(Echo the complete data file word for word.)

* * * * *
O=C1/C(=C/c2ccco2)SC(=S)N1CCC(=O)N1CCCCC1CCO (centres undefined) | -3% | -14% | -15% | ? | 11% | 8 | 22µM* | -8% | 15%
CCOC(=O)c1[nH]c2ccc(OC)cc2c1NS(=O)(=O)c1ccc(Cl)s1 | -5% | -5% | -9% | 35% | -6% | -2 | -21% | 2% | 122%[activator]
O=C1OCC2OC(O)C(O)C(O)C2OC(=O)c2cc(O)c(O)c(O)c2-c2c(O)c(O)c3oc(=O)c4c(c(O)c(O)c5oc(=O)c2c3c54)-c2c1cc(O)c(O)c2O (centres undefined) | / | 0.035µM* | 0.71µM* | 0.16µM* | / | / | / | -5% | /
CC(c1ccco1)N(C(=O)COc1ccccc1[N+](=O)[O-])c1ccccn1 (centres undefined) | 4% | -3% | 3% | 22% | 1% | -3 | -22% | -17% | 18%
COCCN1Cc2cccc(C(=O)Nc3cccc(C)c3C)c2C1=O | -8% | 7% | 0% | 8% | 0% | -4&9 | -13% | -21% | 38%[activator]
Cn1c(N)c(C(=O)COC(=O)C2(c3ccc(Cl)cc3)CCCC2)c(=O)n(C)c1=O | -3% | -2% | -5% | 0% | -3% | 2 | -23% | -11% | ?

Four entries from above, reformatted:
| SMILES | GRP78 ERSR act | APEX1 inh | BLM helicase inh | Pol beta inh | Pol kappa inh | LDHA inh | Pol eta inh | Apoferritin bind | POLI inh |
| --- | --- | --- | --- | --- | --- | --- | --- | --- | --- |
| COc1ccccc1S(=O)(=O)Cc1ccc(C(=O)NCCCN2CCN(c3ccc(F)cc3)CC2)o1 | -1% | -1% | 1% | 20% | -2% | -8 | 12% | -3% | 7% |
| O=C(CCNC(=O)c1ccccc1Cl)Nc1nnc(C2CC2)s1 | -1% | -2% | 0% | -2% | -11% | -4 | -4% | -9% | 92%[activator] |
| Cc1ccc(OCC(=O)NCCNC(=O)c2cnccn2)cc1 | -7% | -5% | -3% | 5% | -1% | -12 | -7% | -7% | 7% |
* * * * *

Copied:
O=C1/C(=C/c2ccco2)SC(=S)N1CCC(=O)N1CCCCC1CCO (centres undefined) | -3% | -14% | -15% | ? | 11% | 8 | 22µM* | -8% | 15%
CCOC(=O)c1[nH]c2ccc(OC)cc2c1NS(=O)(=O)c1ccc(Cl)s1 | -5% | -5% | -9% | 35% | -6% | -2 | -21% | 2% | 122%[activator]
O=C1OCC2OC(O)C(O)C(O)C2OC(=O)c2cc(O)c(O)c(O)c2-c2c(O)c(O)c3oc(=O)c4c(c(O)c(O)c5oc(=O)c2c3c54)-c2c1cc(O)c(O)c2O (centres undefined) | / | 0.035µM* | 0.71µM* | 0.16µM* | / | / | / | -5% | /
CC(c1ccco1)N(C(=O)COc1ccccc1[N+](=O)[O-])c1ccccn1 (centres undefined) | 4% | -3% | 3% | 22% | 1% | -3 | -22% | -17% | 18%
COCCN1Cc2cccc(C(=O)Nc3cccc(C)c3C)c2C1=O | -8% | 7% | 0% | 8% | 0% | -4&9 | -13% | -21% | 38%[activator]
Cn1c(N)c(C(=O)COC(=O)C2(c3ccc(Cl)cc3)CCCC2)c(=O)n(C)c1=O | -3% | -2% | -5% | 0% | -3% | 2 | -23% | -11% | ?

Four entries from above, reformatted:
| SMILES | GRP78 ERSR act | APEX1 inh | BLM helicase inh | Pol beta inh | Pol kappa inh | LDHA inh | Pol eta inh | Apoferritin bind | POLI inh |
| --- | --- | --- | --- | --- | --- | --- | --- | --- | --- |
| COc1ccccc1S(=O)(=O)Cc1ccc(C(=O)NCCCN2CCN(c3ccc(F)cc3)CC2)o1 | -1% | -1% | 1% | 20% | -2% | -8 | 12% | -3% | 7% |
| O=C(CCNC(=O)c1ccccc1Cl)Nc1nnc(C2CC2)s1 | -1% | -2% | 0% | -2% | -11% | -4 | -4% | -9% | 92%[activator] |
| Cc1ccc(OCC(=O)NCCNC(=O)c2cnccn2)cc1 | -7% | -5% | -3% | 5% | -1% | -12 | -7% | -7% | 7% |